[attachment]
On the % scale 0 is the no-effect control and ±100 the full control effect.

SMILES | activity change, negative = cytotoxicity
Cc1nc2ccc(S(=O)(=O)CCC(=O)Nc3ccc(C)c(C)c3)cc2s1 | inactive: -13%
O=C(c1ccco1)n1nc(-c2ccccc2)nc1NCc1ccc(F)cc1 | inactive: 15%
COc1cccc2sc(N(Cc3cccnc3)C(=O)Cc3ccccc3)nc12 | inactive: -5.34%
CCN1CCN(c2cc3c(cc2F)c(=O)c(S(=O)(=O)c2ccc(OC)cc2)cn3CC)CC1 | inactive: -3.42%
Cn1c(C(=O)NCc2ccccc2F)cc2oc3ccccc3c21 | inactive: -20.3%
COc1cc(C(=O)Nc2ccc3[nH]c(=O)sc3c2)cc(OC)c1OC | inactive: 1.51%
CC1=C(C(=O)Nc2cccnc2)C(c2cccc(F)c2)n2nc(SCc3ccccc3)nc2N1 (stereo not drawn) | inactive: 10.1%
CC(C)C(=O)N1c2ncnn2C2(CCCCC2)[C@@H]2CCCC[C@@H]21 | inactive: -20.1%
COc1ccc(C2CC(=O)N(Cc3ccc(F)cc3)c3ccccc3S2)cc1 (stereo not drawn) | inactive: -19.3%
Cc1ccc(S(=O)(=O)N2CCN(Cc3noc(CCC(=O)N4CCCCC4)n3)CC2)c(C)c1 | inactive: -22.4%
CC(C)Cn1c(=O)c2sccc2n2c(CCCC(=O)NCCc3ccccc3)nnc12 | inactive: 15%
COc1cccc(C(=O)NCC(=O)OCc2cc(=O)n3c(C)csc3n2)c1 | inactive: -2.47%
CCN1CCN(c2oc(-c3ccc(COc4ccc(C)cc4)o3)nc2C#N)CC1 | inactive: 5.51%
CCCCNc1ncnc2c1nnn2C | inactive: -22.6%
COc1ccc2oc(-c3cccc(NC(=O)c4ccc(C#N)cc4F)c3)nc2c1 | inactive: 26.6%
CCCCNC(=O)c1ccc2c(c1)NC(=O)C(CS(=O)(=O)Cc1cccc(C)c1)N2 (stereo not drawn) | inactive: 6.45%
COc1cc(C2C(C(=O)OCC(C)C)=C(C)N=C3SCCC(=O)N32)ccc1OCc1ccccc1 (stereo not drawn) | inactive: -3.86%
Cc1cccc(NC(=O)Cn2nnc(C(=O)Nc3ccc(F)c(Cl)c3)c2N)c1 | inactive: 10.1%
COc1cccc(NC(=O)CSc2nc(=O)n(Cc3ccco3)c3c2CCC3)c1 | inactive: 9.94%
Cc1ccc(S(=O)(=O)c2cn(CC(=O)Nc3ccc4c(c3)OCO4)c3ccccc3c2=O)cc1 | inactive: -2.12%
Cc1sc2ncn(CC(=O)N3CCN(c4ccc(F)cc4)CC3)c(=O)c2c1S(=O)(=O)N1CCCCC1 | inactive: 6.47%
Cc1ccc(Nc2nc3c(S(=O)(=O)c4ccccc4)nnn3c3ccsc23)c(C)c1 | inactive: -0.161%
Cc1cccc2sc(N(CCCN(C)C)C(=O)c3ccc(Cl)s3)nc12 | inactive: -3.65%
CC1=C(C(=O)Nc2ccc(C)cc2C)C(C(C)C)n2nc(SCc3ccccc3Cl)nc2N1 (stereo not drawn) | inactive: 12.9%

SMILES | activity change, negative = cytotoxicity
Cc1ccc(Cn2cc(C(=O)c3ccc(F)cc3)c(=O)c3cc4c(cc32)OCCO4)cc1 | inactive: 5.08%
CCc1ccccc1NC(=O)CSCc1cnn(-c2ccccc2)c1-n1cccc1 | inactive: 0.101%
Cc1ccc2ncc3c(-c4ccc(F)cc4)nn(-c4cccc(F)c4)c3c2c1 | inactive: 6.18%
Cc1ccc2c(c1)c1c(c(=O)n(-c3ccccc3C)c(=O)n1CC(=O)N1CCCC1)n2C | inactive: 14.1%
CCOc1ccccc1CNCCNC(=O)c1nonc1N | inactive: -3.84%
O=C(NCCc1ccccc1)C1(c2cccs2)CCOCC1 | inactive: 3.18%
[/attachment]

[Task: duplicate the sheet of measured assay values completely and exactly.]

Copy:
On the % scale 0 is the no-effect control and ±100 the full control effect.

SMILES | activity change, negative = cytotoxicity
Cc1nc2ccc(S(=O)(=O)CCC(=O)Nc3ccc(C)c(C)c3)cc2s1 | inactive: -13%
O=C(c1ccco1)n1nc(-c2ccccc2)nc1NCc1ccc(F)cc1 | inactive: 15%
COc1cccc2sc(N(Cc3cccnc3)C(=O)Cc3ccccc3)nc12 | inactive: -5.34%
CCN1CCN(c2cc3c(cc2F)c(=O)c(S(=O)(=O)c2ccc(OC)cc2)cn3CC)CC1 | inactive: -3.42%
Cn1c(C(=O)NCc2ccccc2F)cc2oc3ccccc3c21 | inactive: -20.3%
COc1cc(C(=O)Nc2ccc3[nH]c(=O)sc3c2)cc(OC)c1OC | inactive: 1.51%
CC1=C(C(=O)Nc2cccnc2)C(c2cccc(F)c2)n2nc(SCc3ccccc3)nc2N1 (stereo not drawn) | inactive: 10.1%
CC(C)C(=O)N1c2ncnn2C2(CCCCC2)[C@@H]2CCCC[C@@H]21 | inactive: -20.1%
COc1ccc(C2CC(=O)N(Cc3ccc(F)cc3)c3ccccc3S2)cc1 (stereo not drawn) | inactive: -19.3%
Cc1ccc(S(=O)(=O)N2CCN(Cc3noc(CCC(=O)N4CCCCC4)n3)CC2)c(C)c1 | inactive: -22.4%
CC(C)Cn1c(=O)c2sccc2n2c(CCCC(=O)NCCc3ccccc3)nnc12 | inactive: 15%
COc1cccc(C(=O)NCC(=O)OCc2cc(=O)n3c(C)csc3n2)c1 | inactive: -2.47%
CCN1CCN(c2oc(-c3ccc(COc4ccc(C)cc4)o3)nc2C#N)CC1 | inactive: 5.51%
CCCCNc1ncnc2c1nnn2C | inactive: -22.6%
COc1ccc2oc(-c3cccc(NC(=O)c4ccc(C#N)cc4F)c3)nc2c1 | inactive: 26.6%
CCCCNC(=O)c1ccc2c(c1)NC(=O)C(CS(=O)(=O)Cc1cccc(C)c1)N2 (stereo not drawn) | inactive: 6.45%
COc1cc(C2C(C(=O)OCC(C)C)=C(C)N=C3SCCC(=O)N32)ccc1OCc1ccccc1 (stereo not drawn) | inactive: -3.86%
Cc1cccc(NC(=O)Cn2nnc(C(=O)Nc3ccc(F)c(Cl)c3)c2N)c1 | inactive: 10.1%
COc1cccc(NC(=O)CSc2nc(=O)n(Cc3ccco3)c3c2CCC3)c1 | inactive: 9.94%
Cc1ccc(S(=O)(=O)c2cn(CC(=O)Nc3ccc4c(c3)OCO4)c3ccccc3c2=O)cc1 | inactive: -2.12%
Cc1sc2ncn(CC(=O)N3CCN(c4ccc(F)cc4)CC3)c(=O)c2c1S(=O)(=O)N1CCCCC1 | inactive: 6.47%
Cc1ccc(Nc2nc3c(S(=O)(=O)c4ccccc4)nnn3c3ccsc23)c(C)c1 | inactive: -0.161%
Cc1cccc2sc(N(CCCN(C)C)C(=O)c3ccc(Cl)s3)nc12 | inactive: -3.65%
CC1=C(C(=O)Nc2ccc(C)cc2C)C(C(C)C)n2nc(SCc3ccccc3Cl)nc2N1 (stereo not drawn) | inactive: 12.9%

SMILES | activity change, negative = cytotoxicity
Cc1ccc(Cn2cc(C(=O)c3ccc(F)cc3)c(=O)c3cc4c(cc32)OCCO4)cc1 | inactive: 5.08%
CCc1ccccc1NC(=O)CSCc1cnn(-c2ccccc2)c1-n1cccc1 | inactive: 0.101%
Cc1ccc2ncc3c(-c4ccc(F)cc4)nn(-c4cccc(F)c4)c3c2c1 | inactive: 6.18%
Cc1ccc2c(c1)c1c(c(=O)n(-c3ccccc3C)c(=O)n1CC(=O)N1CCCC1)n2C | inactive: 14.1%
CCOc1ccccc1CNCCNC(=O)c1nonc1N | inactive: -3.84%
O=C(NCCc1ccccc1)C1(c2cccs2)CCOCC1 | inactive: 3.18%